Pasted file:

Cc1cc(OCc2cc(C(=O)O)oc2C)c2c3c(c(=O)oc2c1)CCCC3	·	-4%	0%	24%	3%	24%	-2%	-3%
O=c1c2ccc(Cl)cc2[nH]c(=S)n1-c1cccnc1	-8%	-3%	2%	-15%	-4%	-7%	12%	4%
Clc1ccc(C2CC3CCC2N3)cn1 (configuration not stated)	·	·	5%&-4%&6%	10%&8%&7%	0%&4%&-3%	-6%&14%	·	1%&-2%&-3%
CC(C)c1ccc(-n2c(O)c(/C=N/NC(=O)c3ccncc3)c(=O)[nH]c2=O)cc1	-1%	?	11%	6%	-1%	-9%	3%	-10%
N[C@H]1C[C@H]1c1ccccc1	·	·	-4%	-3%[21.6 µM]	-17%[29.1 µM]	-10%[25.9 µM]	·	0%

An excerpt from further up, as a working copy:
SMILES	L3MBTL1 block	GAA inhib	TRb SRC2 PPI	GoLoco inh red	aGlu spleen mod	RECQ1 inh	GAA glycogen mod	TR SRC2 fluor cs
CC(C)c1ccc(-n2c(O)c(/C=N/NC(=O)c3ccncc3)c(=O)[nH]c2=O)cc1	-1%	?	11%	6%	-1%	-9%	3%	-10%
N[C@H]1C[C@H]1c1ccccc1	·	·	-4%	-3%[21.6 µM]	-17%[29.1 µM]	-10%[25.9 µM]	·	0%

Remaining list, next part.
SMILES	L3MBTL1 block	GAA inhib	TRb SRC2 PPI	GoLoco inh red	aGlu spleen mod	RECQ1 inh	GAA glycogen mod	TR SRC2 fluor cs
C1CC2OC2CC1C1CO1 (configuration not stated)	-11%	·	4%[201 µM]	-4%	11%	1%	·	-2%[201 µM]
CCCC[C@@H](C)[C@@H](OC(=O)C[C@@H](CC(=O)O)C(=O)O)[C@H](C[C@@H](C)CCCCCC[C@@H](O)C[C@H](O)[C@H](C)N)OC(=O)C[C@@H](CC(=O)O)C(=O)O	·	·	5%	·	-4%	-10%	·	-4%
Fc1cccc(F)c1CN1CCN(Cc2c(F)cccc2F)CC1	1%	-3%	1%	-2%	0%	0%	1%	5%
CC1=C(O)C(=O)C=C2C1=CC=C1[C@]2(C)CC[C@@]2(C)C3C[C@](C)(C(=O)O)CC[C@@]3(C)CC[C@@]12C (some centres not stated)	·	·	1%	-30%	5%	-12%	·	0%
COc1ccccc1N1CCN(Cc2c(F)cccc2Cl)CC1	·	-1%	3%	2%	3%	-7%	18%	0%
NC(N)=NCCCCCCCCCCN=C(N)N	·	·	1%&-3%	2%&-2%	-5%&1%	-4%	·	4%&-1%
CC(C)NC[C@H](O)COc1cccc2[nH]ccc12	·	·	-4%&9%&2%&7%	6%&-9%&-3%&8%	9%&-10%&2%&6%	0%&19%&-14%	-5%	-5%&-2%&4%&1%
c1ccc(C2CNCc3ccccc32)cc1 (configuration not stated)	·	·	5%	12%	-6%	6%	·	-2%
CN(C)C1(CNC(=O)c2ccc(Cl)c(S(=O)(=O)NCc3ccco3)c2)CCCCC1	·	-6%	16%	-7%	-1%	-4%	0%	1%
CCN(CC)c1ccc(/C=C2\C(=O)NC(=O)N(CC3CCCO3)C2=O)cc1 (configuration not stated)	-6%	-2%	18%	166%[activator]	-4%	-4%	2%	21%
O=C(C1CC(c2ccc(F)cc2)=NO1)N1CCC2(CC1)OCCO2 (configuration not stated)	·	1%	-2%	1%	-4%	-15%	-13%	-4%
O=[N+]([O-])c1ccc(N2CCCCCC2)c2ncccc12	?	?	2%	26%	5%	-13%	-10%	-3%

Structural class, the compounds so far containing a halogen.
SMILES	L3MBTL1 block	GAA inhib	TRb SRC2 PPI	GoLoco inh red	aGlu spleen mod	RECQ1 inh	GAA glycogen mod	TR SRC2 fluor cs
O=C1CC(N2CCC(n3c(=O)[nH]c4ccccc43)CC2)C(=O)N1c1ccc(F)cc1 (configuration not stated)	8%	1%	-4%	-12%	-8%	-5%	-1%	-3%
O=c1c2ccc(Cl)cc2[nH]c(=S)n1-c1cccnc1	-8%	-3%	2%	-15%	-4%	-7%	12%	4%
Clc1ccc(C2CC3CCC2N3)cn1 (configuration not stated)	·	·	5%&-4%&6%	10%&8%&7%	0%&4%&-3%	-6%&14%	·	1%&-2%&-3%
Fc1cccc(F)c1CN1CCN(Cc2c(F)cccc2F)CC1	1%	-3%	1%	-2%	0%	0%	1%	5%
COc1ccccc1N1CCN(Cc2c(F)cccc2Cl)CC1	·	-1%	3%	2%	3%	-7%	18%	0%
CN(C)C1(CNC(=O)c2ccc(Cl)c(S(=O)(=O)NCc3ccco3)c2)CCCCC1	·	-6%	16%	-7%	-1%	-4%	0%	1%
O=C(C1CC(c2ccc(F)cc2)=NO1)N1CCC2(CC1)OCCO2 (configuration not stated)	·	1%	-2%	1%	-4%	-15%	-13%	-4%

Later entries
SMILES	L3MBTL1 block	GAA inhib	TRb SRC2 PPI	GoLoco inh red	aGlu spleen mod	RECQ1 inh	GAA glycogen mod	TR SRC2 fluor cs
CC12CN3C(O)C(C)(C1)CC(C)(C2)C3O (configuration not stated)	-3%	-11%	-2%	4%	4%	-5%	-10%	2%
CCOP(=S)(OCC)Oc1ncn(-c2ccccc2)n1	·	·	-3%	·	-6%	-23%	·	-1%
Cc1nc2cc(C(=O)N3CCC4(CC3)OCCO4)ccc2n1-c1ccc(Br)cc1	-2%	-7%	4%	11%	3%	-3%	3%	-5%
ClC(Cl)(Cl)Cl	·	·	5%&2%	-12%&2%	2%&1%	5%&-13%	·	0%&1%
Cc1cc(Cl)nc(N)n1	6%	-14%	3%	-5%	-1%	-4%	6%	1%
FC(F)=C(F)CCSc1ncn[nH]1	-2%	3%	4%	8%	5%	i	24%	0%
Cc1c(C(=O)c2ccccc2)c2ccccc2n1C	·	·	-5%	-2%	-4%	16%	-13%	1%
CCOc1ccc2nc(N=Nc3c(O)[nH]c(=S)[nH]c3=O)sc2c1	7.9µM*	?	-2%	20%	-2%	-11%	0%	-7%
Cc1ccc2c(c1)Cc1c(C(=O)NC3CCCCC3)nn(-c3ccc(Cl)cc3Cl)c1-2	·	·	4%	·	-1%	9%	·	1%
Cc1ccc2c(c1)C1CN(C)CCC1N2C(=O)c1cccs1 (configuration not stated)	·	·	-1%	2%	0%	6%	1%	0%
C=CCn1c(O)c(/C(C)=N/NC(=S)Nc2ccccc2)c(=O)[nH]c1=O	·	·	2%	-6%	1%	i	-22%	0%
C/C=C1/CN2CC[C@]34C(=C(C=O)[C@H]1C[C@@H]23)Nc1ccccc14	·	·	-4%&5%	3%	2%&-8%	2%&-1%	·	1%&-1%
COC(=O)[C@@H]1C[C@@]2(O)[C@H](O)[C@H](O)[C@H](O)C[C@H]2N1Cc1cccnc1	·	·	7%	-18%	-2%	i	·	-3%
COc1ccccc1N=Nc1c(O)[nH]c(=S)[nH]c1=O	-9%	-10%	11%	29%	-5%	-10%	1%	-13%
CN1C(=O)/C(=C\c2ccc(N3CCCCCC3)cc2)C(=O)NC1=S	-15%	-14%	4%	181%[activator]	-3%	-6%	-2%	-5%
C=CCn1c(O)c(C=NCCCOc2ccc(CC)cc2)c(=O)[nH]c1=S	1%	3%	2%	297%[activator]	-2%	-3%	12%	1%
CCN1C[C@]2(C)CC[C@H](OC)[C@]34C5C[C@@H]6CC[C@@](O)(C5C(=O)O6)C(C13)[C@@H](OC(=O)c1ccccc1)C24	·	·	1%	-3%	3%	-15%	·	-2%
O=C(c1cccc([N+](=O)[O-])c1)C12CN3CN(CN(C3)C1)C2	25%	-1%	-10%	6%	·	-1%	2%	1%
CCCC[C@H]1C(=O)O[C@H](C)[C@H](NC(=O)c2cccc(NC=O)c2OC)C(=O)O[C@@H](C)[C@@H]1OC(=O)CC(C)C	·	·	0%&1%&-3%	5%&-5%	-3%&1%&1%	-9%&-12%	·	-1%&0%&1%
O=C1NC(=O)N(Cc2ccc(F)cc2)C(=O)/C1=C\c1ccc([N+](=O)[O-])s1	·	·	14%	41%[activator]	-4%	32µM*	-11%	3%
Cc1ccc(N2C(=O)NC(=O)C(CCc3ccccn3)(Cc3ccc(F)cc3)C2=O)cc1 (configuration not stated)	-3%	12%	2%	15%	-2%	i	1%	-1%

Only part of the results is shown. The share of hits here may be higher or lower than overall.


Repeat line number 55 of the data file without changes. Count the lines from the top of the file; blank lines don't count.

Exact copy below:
Cc1ccc(N2C(=O)NC(=O)C(CCc3ccccn3)(Cc3ccc(F)cc3)C2=O)cc1 (configuration not stated)	-3%	12%	2%	15%	-2%	i	1%	-1%